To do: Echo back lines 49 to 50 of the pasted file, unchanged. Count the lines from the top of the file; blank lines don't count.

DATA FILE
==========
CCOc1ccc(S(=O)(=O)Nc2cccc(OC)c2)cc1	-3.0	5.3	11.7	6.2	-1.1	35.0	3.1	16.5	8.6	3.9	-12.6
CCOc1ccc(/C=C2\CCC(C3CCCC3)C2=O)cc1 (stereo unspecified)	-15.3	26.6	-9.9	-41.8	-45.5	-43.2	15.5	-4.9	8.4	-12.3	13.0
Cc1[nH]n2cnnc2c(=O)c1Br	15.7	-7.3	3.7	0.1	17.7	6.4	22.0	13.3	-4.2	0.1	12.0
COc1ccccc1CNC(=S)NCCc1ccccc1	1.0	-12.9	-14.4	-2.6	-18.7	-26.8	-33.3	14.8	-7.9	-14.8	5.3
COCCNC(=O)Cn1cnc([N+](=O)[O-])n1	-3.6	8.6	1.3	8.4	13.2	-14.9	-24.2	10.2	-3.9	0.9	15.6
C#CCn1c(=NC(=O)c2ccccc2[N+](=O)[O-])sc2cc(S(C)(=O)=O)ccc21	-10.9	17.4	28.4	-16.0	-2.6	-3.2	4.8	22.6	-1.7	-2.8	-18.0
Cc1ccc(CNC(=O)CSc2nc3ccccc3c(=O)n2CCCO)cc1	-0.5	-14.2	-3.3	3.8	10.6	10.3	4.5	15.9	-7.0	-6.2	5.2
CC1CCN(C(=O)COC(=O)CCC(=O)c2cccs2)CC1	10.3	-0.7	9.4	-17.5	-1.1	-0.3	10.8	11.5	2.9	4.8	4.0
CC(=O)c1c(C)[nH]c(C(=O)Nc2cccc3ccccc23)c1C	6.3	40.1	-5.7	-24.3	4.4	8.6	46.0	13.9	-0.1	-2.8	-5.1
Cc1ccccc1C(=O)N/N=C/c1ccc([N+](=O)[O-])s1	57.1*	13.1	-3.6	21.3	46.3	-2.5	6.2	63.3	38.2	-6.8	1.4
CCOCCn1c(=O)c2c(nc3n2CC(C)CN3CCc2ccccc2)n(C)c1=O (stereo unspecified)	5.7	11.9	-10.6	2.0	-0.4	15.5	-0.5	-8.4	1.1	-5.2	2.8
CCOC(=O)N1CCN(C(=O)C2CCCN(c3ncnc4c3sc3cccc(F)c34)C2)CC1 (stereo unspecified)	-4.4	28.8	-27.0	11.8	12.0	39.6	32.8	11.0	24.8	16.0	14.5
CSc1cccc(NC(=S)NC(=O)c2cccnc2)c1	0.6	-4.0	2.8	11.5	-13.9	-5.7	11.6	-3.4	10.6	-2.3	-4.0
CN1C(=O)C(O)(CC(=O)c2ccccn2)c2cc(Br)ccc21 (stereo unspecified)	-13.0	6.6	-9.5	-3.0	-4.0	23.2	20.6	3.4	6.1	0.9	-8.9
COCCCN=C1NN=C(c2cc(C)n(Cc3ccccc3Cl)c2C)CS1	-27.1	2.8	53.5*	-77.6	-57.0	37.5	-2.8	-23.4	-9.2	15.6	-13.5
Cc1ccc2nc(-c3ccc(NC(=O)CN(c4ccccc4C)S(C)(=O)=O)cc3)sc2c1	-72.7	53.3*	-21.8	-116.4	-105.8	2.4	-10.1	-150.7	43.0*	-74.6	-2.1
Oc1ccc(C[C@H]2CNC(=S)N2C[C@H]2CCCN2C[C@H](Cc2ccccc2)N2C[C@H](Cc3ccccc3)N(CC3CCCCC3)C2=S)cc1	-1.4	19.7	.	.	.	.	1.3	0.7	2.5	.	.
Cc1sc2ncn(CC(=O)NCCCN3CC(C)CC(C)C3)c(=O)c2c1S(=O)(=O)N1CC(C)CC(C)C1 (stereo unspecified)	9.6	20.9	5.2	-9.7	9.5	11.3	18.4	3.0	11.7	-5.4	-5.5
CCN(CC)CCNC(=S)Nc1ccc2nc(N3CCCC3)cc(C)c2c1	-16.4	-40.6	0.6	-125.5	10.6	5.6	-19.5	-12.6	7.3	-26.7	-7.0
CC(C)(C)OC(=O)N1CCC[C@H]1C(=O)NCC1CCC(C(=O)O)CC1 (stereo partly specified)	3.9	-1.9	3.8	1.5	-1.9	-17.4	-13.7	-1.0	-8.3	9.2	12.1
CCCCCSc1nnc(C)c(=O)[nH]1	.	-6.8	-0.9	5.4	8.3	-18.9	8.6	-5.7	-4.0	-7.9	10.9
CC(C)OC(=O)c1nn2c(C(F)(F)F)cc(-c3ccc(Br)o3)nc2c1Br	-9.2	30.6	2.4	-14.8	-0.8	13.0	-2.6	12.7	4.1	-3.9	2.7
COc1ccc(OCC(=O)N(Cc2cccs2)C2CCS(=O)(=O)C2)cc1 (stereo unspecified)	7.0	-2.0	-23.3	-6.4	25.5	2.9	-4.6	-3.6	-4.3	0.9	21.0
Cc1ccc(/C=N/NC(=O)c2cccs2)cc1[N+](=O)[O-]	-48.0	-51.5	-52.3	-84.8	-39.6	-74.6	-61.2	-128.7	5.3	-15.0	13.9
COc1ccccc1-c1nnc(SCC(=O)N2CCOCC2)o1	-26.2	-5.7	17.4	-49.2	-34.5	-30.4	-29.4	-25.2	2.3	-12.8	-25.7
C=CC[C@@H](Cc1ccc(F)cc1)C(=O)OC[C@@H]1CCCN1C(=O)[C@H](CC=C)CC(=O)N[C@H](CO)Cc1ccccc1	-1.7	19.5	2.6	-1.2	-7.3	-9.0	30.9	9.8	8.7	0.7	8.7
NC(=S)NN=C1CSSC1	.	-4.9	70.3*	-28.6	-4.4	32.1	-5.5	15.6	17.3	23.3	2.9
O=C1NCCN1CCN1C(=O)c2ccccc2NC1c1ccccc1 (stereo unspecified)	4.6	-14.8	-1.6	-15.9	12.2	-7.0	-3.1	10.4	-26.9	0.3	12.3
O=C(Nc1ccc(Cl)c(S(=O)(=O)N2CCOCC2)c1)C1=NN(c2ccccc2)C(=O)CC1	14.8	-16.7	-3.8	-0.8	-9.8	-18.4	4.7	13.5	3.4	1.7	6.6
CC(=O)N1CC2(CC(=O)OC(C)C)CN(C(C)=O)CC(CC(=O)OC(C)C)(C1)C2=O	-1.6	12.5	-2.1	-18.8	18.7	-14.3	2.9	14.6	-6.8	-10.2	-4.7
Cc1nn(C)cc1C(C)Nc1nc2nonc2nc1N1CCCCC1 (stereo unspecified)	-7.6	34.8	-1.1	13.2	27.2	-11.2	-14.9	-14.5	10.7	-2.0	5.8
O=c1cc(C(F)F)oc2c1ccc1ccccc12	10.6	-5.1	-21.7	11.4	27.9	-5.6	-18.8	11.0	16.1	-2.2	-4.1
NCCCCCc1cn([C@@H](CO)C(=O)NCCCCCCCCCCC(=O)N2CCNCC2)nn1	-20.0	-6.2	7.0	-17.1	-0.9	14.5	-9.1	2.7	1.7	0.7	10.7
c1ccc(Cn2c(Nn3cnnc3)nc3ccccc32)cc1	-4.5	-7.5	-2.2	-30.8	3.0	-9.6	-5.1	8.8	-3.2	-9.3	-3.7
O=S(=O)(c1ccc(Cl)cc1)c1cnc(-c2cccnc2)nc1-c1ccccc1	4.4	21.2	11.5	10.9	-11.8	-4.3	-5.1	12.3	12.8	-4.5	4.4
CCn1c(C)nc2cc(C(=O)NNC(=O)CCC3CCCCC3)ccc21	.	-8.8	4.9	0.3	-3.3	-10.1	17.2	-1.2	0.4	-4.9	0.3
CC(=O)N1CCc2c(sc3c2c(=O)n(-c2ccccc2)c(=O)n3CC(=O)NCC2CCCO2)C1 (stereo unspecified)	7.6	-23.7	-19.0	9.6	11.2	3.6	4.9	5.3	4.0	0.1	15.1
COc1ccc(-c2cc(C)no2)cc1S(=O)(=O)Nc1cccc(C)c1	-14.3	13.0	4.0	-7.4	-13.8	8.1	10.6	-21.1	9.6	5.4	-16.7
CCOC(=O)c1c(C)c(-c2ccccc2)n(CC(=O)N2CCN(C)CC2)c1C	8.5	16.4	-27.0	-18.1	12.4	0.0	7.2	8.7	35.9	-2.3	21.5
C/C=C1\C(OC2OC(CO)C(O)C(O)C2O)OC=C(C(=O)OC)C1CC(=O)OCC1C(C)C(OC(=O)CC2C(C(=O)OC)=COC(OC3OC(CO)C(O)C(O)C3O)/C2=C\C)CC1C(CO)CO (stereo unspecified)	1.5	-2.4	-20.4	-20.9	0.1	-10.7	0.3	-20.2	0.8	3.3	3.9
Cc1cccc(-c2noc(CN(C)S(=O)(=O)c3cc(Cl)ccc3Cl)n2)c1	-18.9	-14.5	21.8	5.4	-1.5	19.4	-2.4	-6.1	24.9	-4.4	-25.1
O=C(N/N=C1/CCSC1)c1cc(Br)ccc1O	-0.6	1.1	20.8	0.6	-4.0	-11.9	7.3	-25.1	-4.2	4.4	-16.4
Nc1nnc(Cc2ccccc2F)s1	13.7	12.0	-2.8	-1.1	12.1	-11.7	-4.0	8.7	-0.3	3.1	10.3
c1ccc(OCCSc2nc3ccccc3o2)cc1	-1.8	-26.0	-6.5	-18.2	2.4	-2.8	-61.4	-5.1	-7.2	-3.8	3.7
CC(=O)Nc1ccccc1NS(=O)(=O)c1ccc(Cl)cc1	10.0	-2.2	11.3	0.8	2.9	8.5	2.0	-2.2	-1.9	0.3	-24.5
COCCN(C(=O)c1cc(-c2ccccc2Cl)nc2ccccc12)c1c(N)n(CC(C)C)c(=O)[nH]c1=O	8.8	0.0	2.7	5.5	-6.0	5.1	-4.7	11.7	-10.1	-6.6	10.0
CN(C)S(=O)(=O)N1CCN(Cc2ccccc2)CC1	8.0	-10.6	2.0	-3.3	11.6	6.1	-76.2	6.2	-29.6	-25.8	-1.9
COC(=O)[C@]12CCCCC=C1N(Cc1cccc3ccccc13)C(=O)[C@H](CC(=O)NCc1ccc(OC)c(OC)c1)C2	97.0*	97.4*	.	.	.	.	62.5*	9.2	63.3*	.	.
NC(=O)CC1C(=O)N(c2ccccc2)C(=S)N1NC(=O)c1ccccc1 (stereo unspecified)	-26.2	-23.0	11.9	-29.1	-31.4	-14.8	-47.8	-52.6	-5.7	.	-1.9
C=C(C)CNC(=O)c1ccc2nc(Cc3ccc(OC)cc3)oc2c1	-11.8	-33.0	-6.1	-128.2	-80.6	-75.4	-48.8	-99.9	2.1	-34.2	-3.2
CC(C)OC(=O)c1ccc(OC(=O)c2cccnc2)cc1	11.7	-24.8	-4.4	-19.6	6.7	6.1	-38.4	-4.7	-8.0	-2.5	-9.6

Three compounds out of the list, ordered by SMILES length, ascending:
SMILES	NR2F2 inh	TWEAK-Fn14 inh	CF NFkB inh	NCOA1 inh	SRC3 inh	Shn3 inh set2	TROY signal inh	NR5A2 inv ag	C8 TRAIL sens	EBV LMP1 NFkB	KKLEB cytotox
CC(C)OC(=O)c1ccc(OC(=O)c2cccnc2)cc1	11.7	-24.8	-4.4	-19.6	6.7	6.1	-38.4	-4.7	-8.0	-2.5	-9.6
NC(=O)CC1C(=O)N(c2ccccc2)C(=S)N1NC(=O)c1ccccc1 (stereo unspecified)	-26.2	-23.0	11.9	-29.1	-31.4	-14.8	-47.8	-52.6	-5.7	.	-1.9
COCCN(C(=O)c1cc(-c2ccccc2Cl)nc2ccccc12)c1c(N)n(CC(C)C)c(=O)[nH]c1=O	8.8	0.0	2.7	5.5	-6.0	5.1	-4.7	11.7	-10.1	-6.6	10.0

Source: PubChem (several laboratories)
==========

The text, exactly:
NC(=O)CC1C(=O)N(c2ccccc2)C(=S)N1NC(=O)c1ccccc1 (stereo unspecified)	-26.2	-23.0	11.9	-29.1	-31.4	-14.8	-47.8	-52.6	-5.7	.	-1.9
C=C(C)CNC(=O)c1ccc2nc(Cc3ccc(OC)cc3)oc2c1	-11.8	-33.0	-6.1	-128.2	-80.6	-75.4	-48.8	-99.9	2.1	-34.2	-3.2